Jewish Customs in the Book of Judith

April 20 2016

Although the book of Judith was never considered part of the Hebrew Bible, it is undoubtedly of Jewish authorship and, as Tal Ilan writes, it provides a window into ancient Jewish religious practices:

The book of Judith was composed sometime after the Hebrew Bible was completed. It came into being, however, considerably earlier than the Mishnah and the Talmud. Thus, Jewish customs recorded in Judith were influenced by the Hebrew Bible and reflect an earlier Judaism than that practiced today. The Jewish customs in Judith relate to fasting, widowhood, kosher food, immersion, conversion, and slavery. . . .

While at the Assyrian camp, Judith prepares and eats her own food, refusing table-fellowship with the Assyrian general Holofernes. This custom is part of the Jewish dietary laws of kashrut. . . . One might [conclude] from this custom that table fellowship with foreigners on their own “turf” was [also] prohibited.

Also while in the Assyrian camp, Judith goes nightly to the nearby spring to immerse herself. Immersion was practiced in Second Temple Judaism to remove impurity. It was also practiced by sectarians such as the Essenes on a daily basis, as a sign of piety. Immersion in Judaism today is practiced only by women after menstruation and certainly not on a daily basis, but Judith’s daily immersion is a sign of her piety.

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More about: ancient Judaism, Apocrypha, Essenes, History & Ideas, Kashrut

No, Israelis and Palestinians Can’t Simply Sit Down and Solve the “Israel-Palestinian Conflict”

Jan. 17 2019

By “zooming out” from the blinkered perspective with which most Westerners see the affairs of the Jewish state, argues Matti Friedman, one can begin to see things the way Israelis do:

Many [in Israel] believe that an agreement signed by a Western-backed Palestinian leader in the West Bank won’t end the conflict, because it will wind up creating not a state but a power vacuum destined to be filled by intra-Muslim chaos, or Iranian proxies, or some combination of both. That’s exactly what has happened . . . in Gaza, Lebanon, Syria, and Iraq. One of Israel’s nightmares is that the fragile monarchy in Jordan could follow its neighbors . . . into dissolution and into Iran’s orbit, which would mean that if Israel doesn’t hold the West Bank, an Iranian tank will be able to drive directly from Tehran to the outskirts of Tel Aviv. . . .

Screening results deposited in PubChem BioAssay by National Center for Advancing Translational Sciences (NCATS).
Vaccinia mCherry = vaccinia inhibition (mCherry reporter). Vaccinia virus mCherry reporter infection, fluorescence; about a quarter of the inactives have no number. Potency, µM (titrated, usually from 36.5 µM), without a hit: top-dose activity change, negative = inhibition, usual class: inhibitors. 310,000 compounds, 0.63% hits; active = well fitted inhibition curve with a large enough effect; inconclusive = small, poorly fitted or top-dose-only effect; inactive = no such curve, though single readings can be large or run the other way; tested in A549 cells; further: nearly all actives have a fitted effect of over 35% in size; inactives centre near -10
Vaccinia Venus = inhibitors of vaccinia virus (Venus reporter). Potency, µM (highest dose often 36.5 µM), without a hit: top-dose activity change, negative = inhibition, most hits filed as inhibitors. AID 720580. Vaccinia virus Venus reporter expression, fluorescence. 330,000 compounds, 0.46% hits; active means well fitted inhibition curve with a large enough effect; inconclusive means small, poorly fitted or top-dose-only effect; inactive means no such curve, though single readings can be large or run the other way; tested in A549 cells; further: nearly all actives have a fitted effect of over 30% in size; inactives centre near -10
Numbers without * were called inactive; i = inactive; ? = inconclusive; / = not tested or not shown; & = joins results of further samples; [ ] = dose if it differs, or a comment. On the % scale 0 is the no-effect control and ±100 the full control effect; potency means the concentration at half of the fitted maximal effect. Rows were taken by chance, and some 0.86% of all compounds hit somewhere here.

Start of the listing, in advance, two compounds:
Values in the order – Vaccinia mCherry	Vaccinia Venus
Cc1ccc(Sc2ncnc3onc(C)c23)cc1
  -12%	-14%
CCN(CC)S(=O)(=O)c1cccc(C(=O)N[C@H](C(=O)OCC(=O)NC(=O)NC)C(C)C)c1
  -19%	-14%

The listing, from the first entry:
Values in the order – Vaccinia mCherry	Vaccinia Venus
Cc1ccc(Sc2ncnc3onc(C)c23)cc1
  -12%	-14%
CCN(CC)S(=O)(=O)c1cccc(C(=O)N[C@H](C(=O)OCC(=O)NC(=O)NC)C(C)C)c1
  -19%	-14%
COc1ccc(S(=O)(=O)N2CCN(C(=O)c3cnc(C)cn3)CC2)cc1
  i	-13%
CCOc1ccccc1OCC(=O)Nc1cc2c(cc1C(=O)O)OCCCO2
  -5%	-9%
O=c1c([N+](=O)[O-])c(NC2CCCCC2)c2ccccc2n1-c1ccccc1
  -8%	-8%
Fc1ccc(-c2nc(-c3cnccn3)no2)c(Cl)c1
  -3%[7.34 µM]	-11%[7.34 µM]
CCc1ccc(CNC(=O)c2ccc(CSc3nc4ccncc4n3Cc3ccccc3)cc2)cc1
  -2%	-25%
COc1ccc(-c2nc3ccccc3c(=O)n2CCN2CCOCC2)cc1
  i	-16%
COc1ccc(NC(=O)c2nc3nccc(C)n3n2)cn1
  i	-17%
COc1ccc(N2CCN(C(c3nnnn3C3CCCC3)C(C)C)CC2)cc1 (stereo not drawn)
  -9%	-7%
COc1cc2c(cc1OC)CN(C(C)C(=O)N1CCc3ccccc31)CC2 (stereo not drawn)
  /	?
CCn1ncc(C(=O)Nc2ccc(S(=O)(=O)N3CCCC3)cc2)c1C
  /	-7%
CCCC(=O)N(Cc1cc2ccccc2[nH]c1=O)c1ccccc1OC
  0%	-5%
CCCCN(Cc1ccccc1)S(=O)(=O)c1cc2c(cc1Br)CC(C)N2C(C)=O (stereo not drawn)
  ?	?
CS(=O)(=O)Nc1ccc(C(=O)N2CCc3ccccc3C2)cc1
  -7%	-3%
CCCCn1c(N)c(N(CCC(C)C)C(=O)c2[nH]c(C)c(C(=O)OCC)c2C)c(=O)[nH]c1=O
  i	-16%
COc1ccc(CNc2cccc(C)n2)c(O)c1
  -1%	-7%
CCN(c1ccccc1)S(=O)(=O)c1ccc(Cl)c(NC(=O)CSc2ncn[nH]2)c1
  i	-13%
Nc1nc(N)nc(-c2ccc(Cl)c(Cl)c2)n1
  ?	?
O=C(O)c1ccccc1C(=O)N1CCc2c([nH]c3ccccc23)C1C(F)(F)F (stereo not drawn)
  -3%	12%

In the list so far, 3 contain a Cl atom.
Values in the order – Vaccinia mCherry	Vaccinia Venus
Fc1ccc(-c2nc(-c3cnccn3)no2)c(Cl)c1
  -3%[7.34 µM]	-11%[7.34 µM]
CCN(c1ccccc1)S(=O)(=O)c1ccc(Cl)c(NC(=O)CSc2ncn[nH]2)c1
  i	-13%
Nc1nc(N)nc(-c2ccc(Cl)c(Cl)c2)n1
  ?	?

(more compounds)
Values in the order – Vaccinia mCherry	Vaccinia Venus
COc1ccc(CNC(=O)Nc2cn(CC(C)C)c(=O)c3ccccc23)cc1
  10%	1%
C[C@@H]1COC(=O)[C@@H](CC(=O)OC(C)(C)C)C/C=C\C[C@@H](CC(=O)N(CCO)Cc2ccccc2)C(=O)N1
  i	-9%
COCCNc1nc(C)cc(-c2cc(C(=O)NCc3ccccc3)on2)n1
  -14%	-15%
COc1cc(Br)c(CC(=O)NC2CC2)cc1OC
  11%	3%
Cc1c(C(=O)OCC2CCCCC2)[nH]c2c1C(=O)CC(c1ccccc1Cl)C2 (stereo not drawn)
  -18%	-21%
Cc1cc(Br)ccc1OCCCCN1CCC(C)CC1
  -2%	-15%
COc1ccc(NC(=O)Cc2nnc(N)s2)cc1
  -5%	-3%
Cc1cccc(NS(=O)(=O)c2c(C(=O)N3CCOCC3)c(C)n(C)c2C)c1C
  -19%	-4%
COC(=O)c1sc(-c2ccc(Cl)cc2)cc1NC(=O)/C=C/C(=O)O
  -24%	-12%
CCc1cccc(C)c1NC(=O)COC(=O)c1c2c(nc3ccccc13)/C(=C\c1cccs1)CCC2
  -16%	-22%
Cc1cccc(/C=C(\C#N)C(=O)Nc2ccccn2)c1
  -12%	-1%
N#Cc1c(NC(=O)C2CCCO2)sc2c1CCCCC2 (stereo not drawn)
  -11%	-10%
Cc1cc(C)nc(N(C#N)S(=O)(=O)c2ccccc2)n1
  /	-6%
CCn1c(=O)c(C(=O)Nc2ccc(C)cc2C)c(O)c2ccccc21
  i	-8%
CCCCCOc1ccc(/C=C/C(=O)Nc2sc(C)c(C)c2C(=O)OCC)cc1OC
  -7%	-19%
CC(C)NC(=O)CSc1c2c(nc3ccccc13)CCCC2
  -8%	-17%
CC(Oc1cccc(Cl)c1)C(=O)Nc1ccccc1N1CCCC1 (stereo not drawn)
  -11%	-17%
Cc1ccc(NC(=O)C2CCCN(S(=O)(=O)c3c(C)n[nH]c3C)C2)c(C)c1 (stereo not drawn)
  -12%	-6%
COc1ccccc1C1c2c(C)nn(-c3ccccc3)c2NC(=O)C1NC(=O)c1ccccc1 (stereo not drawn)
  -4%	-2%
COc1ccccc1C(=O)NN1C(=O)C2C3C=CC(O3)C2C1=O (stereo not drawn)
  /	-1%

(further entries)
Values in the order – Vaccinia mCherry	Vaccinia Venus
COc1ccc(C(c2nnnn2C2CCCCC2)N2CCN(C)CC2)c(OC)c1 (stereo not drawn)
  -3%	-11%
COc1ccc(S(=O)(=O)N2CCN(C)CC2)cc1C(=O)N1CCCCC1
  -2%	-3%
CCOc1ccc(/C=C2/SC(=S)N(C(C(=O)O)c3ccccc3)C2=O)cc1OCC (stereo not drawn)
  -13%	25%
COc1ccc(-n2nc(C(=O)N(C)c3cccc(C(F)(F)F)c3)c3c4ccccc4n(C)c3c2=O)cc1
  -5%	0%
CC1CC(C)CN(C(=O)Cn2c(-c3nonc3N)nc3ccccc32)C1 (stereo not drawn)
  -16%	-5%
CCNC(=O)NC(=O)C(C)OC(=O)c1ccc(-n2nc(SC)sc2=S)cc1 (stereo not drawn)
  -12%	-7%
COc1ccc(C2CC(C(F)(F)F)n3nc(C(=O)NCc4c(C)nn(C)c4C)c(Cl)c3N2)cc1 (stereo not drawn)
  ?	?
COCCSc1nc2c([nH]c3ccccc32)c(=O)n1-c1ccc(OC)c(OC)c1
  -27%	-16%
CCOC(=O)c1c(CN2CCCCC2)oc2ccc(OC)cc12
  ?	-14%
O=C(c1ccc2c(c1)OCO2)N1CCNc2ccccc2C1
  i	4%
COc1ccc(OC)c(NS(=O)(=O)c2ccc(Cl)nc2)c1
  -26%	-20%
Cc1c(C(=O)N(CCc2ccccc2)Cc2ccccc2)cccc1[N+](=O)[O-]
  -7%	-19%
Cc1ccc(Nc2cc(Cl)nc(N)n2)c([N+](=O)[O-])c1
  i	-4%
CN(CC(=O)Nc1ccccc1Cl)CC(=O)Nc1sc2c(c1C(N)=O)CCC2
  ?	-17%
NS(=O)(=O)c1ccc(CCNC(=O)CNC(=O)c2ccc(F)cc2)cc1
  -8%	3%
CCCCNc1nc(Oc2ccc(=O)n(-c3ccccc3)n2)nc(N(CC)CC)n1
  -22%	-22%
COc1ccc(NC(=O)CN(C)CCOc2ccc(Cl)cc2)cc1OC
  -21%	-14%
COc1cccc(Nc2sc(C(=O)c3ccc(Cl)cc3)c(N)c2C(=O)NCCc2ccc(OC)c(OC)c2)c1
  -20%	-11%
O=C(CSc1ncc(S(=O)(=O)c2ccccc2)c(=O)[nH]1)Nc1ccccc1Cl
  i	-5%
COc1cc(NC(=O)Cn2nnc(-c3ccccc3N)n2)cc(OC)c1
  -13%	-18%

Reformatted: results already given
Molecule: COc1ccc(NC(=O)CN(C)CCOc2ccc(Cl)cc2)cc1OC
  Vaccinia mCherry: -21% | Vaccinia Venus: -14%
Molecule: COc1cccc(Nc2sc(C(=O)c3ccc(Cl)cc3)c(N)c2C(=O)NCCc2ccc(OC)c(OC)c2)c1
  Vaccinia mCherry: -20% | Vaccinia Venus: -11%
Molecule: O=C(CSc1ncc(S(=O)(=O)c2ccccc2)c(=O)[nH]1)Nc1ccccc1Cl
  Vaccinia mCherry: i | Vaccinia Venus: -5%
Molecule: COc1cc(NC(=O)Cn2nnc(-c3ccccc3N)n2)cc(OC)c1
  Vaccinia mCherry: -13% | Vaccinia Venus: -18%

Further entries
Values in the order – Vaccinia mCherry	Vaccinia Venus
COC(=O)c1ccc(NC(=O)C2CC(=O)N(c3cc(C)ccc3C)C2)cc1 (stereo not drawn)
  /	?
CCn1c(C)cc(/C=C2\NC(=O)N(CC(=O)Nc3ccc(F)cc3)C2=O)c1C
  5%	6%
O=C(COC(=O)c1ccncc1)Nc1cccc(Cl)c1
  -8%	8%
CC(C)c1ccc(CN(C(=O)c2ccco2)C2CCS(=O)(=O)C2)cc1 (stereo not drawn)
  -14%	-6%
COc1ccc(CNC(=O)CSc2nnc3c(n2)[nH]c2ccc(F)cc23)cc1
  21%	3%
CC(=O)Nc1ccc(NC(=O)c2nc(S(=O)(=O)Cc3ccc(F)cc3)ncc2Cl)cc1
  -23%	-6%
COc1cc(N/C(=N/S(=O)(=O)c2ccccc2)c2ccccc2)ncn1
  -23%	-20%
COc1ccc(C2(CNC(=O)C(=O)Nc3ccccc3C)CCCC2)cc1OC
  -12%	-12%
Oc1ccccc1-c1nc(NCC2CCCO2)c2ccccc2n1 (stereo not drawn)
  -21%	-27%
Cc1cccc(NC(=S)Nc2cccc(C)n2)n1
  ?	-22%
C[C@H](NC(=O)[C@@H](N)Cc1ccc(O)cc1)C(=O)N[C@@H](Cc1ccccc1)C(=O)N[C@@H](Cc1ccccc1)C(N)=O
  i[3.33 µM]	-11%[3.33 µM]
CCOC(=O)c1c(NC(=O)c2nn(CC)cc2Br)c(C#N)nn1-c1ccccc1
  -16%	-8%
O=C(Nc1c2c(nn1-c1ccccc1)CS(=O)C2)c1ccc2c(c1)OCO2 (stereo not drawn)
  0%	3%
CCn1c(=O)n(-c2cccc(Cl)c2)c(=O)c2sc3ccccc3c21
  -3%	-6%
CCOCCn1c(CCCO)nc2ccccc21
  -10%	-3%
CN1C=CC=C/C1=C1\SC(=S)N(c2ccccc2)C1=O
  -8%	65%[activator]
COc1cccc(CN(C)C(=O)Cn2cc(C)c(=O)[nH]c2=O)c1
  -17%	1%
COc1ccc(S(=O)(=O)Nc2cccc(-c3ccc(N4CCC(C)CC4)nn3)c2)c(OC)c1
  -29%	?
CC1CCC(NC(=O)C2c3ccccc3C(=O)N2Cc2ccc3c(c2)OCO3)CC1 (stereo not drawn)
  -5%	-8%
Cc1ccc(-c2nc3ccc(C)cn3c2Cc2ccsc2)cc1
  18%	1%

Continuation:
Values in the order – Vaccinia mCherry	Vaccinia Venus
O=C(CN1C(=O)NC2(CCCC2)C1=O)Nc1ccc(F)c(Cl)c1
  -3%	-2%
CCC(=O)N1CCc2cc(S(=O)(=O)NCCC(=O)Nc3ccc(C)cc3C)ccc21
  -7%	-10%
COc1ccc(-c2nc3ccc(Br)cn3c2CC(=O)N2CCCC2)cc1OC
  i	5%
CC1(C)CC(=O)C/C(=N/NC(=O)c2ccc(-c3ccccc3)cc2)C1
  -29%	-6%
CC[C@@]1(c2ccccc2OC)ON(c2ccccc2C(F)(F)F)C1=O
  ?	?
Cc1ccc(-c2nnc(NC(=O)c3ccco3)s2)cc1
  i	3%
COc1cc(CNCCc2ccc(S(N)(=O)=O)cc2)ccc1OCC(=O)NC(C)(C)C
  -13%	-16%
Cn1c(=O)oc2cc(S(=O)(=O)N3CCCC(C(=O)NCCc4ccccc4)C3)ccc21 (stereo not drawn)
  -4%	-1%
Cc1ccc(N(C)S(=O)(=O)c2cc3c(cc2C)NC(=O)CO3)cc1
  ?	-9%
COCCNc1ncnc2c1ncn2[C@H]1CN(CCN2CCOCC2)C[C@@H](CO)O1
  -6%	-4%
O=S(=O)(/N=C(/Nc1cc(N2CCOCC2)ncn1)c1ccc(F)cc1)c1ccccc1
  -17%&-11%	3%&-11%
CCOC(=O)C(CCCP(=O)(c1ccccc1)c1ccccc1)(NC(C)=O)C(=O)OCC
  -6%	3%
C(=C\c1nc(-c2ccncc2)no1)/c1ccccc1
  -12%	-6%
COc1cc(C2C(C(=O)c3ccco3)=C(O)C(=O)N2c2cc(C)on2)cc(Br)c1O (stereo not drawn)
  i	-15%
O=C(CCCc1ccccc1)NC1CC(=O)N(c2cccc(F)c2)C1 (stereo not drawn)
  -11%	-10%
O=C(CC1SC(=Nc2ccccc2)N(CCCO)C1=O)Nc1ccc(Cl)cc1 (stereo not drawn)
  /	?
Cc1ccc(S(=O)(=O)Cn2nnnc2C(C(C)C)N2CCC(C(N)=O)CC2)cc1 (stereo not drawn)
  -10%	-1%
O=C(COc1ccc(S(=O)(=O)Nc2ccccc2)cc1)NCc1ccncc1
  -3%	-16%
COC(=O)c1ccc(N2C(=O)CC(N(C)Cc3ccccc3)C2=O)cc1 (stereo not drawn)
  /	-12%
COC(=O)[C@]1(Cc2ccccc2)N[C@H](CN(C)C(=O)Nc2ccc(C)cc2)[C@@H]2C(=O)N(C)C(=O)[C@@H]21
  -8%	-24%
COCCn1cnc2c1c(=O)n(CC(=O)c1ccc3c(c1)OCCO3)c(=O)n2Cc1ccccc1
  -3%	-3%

In the “Israeli-Palestinian” framing, with all other regional components obscured, an Israeli withdrawal in the West Bank seems like a good idea—“like a real-estate deal,” in President Trump’s formulation—if not a moral imperative. And if the regional context were peace, as it was in Northern Ireland, for example, a power vacuum could indeed be filled by calm.

But anyone using a wider lens sees that the actual context here is a complex, multifaceted war, or a set of linked wars, devastating this part of the world. The scope of this conflict is hard to grasp in fragmented news reports but easy to see if you pull out a map and look at Israel’s surroundings, from Libya through Syria and Iraq to Yemen.

The fault lines have little to do with Israel. They run between dictators and the people they’ve been oppressing for generations; between progressives and medievalists; between Sunnis and Shiites; between majority populations and minorities. If [Israel’s] small sub-war were somehow resolved, or even if Israel vanished tonight, the Middle East would remain the same volatile place it is now.

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More about: Hizballah, Iran, Israel & Zionism, Israeli-Palestinian Conflict, Middle East